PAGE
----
By Elie El Khoury
It’s your typical Wednesday night: cars blocking the entrance to Gemayzeh’s main street and parking spaces running out by 10 p.m.
If you’re still wondering whether my editor lets a typo slip, then you probably haven’t heard of Rotaract’s Non-Smoking Campaign in which 35 pubs in Gemmayzeh were committed to ban smoking for one night only.
Making my way through the crowds, reminiscent of a Saturday night, I couldn’t help but notice the absence of the usual young adult clubbers, or perhaps my generation finally grew a good conscience and decided to sleep early on a school night. Hence my lack of charm wasn’t the reason I ended up going solo.
But this university student was determined to enjoy his night on the town; so after dodging the usual overexcited 2010 Mercedes driver, avoiding the television crews, ignoring the obnoxious music of the owner of the loudest sound system in town, and bypassing the love stoned boyfriend blocking the path with his girlfriend who can hardly walk in her high heels, I made it to the Gemmayzeh stairs and entered the first pub on my left.
The place was packed! Large groups occupied the tables, waiters ran in all directions to accommodate demands, and drinks missed their usual bad smelling counterpart.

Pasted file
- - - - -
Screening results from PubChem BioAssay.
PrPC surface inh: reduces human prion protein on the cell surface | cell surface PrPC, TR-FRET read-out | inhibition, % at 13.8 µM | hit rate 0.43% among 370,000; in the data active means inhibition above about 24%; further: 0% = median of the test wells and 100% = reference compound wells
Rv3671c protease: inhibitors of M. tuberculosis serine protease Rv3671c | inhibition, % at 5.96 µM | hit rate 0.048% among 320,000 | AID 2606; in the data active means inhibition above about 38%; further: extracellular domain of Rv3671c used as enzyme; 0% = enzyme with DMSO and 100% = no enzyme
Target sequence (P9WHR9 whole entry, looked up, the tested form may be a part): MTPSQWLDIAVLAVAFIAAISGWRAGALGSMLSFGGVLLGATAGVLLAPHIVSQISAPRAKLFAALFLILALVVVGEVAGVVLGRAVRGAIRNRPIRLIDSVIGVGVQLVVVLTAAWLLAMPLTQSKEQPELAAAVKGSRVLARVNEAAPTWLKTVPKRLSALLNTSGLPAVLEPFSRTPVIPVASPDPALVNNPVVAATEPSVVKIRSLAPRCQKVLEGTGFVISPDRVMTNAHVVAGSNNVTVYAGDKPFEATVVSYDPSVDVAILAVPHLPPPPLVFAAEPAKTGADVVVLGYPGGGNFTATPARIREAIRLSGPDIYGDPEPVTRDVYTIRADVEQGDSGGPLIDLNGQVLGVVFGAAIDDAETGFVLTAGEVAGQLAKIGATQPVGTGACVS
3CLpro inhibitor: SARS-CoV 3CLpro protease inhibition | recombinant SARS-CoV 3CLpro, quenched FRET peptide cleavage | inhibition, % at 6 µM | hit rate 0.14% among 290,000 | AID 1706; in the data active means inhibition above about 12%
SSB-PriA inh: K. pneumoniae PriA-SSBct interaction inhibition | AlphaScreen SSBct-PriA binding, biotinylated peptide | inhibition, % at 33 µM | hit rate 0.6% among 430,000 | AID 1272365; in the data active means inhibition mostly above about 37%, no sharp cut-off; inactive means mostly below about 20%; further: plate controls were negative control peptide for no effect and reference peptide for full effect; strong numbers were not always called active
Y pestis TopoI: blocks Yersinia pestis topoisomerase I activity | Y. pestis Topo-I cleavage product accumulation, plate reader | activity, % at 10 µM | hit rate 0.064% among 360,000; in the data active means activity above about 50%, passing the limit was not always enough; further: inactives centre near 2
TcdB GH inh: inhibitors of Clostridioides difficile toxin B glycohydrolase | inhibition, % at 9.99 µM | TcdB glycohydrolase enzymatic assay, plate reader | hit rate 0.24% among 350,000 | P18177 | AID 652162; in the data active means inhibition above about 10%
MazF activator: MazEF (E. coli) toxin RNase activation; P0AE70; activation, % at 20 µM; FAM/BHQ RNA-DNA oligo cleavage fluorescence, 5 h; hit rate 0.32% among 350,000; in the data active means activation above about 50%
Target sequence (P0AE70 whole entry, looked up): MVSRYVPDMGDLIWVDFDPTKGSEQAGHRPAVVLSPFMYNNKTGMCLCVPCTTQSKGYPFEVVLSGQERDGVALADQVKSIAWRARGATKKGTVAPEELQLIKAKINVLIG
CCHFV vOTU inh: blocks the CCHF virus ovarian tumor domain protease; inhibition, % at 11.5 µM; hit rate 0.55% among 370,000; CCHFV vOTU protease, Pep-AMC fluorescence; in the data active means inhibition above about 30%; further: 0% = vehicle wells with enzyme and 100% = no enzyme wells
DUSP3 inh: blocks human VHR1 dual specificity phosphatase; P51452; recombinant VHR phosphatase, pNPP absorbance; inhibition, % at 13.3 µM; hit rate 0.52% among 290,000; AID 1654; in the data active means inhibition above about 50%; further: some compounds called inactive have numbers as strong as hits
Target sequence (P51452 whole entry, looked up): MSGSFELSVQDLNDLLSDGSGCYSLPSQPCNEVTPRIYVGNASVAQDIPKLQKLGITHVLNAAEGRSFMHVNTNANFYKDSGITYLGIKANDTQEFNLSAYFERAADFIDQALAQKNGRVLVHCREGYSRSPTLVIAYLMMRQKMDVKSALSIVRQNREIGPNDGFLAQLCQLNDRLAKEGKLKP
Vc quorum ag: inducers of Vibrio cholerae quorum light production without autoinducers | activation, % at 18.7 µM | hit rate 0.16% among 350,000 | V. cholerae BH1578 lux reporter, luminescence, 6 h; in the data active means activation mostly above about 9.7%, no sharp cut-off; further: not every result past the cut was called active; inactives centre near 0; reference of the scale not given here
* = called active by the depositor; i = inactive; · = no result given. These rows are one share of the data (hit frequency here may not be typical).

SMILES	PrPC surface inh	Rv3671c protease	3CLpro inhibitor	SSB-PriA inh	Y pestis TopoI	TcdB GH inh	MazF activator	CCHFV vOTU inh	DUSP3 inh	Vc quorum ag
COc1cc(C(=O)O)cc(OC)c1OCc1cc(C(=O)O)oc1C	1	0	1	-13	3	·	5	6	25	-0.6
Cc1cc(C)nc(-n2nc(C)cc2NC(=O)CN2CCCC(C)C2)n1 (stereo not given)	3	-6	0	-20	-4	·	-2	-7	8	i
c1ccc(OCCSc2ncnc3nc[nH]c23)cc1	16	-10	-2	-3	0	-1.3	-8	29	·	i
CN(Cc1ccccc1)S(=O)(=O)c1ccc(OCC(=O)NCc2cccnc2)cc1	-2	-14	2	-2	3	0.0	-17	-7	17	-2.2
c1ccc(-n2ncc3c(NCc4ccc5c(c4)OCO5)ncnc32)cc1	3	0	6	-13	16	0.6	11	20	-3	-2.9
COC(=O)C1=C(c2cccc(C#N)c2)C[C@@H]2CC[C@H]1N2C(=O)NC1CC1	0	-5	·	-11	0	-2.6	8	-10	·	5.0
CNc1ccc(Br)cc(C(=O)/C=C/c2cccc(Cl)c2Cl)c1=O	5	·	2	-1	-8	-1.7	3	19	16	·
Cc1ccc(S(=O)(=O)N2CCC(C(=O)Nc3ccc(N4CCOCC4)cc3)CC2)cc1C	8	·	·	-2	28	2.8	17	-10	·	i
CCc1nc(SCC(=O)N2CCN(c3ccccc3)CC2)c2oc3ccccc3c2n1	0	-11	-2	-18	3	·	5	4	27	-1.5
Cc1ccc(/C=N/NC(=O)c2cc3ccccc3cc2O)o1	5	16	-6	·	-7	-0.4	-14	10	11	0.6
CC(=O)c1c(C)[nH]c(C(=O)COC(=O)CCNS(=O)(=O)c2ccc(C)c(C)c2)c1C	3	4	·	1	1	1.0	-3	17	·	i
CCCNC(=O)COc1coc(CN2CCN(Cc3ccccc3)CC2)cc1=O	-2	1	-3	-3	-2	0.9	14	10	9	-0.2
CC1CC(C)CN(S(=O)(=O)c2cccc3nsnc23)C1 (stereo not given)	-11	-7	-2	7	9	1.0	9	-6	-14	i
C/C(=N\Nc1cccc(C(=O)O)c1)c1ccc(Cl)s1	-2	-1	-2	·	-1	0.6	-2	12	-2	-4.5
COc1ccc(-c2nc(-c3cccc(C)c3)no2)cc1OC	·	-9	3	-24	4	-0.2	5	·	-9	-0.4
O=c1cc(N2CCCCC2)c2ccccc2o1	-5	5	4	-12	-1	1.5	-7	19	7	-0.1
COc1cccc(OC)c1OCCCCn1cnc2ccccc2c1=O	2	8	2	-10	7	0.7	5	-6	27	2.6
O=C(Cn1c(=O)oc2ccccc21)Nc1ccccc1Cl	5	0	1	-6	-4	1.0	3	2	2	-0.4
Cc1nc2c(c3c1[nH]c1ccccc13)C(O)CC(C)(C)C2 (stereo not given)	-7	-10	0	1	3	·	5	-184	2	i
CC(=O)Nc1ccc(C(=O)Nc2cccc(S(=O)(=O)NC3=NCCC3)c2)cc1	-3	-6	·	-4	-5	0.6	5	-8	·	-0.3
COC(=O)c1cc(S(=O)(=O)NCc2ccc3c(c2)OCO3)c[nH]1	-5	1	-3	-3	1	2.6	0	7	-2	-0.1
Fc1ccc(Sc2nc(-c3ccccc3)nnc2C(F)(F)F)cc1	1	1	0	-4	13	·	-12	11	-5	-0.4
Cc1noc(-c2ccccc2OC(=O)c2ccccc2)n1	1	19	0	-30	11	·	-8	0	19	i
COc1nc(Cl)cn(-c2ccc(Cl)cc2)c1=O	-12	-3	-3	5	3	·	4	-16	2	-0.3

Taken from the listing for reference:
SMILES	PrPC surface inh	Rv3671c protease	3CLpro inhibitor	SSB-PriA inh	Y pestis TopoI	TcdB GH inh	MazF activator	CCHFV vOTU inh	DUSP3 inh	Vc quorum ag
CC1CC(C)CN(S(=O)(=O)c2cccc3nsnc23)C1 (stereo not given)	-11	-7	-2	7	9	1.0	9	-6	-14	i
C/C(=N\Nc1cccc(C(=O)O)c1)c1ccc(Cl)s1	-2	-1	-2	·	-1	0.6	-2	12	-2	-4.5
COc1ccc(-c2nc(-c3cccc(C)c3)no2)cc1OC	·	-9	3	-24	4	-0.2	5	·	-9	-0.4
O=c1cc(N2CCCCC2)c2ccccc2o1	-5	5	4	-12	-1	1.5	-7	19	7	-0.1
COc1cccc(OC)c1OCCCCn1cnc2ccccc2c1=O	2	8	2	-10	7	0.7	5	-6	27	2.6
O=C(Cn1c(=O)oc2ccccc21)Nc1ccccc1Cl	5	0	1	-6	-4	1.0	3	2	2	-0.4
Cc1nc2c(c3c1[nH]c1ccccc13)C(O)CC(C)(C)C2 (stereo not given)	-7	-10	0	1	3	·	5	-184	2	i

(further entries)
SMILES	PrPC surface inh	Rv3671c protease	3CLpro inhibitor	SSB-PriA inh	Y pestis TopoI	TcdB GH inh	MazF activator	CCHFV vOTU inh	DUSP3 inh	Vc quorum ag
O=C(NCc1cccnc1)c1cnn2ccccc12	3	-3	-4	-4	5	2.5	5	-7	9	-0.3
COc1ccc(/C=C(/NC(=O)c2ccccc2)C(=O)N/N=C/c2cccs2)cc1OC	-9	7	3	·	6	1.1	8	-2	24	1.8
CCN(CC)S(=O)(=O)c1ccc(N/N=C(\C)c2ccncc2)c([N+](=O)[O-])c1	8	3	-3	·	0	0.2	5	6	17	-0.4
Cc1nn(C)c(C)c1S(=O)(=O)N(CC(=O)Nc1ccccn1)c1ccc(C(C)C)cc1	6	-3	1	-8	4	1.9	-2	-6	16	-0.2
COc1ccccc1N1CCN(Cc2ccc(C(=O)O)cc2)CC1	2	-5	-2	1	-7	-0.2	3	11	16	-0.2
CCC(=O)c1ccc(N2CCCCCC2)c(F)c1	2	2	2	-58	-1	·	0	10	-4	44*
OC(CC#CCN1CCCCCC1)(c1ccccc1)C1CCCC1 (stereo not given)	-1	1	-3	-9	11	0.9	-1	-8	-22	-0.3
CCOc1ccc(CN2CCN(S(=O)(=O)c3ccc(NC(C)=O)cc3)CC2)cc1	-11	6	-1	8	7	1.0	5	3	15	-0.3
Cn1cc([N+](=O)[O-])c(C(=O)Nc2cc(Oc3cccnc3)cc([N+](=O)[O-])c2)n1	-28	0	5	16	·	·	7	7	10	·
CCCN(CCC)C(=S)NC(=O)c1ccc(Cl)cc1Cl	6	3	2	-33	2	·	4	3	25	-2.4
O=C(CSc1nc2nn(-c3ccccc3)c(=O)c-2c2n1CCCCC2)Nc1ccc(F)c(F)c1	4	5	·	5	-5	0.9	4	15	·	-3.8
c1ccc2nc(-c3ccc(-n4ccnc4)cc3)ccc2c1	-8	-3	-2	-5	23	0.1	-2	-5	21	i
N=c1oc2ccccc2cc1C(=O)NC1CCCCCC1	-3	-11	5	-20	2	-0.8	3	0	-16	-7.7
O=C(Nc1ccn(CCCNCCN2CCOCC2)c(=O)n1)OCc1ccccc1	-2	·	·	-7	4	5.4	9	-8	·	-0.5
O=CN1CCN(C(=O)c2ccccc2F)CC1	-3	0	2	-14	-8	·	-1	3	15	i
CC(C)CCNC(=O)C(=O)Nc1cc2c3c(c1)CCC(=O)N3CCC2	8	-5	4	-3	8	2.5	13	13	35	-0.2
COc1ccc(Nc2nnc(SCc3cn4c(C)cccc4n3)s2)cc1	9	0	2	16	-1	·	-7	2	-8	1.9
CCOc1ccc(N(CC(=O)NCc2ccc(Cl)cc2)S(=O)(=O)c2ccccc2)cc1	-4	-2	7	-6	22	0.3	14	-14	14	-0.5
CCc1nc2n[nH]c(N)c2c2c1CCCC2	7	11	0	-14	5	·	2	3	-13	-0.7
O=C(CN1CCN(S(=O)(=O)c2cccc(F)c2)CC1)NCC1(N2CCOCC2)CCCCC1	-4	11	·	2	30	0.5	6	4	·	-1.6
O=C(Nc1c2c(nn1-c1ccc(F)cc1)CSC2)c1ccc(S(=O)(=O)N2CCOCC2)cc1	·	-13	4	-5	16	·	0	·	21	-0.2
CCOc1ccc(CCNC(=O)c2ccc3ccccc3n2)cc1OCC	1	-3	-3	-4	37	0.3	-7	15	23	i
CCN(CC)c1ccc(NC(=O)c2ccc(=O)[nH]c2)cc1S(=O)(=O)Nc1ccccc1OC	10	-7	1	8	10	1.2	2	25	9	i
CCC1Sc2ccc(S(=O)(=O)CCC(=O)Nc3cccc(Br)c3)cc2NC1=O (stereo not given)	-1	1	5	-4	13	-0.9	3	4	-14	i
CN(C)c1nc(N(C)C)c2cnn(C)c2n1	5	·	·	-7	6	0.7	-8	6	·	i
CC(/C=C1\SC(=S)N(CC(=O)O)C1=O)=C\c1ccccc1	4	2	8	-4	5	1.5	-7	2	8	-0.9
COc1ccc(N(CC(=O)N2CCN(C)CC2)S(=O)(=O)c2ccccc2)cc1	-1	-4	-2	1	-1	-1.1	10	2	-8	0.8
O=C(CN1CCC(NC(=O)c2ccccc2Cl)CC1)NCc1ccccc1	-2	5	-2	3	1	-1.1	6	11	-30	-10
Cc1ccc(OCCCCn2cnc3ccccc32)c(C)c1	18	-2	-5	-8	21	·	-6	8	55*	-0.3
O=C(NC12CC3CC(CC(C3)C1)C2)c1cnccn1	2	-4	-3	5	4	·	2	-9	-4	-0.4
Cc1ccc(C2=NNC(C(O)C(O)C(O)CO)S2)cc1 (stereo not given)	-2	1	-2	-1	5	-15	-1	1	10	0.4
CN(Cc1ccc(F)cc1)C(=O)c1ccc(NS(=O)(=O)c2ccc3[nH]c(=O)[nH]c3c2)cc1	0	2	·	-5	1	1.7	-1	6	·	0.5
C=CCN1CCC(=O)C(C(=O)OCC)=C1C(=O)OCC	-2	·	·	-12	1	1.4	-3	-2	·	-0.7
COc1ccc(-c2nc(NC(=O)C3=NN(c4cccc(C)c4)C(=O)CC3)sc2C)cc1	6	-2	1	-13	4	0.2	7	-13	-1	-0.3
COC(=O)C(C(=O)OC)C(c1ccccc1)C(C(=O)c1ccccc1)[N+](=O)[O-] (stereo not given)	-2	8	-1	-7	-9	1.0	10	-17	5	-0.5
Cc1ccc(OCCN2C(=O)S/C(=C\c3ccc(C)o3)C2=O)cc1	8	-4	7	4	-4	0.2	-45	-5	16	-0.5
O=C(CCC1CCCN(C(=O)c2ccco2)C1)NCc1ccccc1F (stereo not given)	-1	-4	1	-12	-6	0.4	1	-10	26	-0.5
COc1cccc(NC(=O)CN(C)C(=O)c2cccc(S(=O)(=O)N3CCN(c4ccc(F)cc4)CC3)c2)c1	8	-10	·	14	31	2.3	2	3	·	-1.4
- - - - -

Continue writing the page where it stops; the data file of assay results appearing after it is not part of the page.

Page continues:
The cool autumn breeze, the Latin tunes, the dim candle lights, and the brown sugar swimming in my cold sips of passion fruit liqueur, formed a collage which was complimented by the sweet scents of cologne and drinks; the non smoking environment.
As expected, some people were actually carrying cigarette packs and eventually gave up to their nicotine cravings by smoking the occasional cigarette, which served as a reminder that this is Lebanon after all, and the application of the rules is only an approximations to the ideal case.
Ultimately, I decided to leave a full house and call it a night around midnight. Amazingly, the scene outside hasn’t changed much; people were still flooding the street, wandering for pub to bar, taking delight in this clear Beirut night, sending a message about what our nights ought to smell like.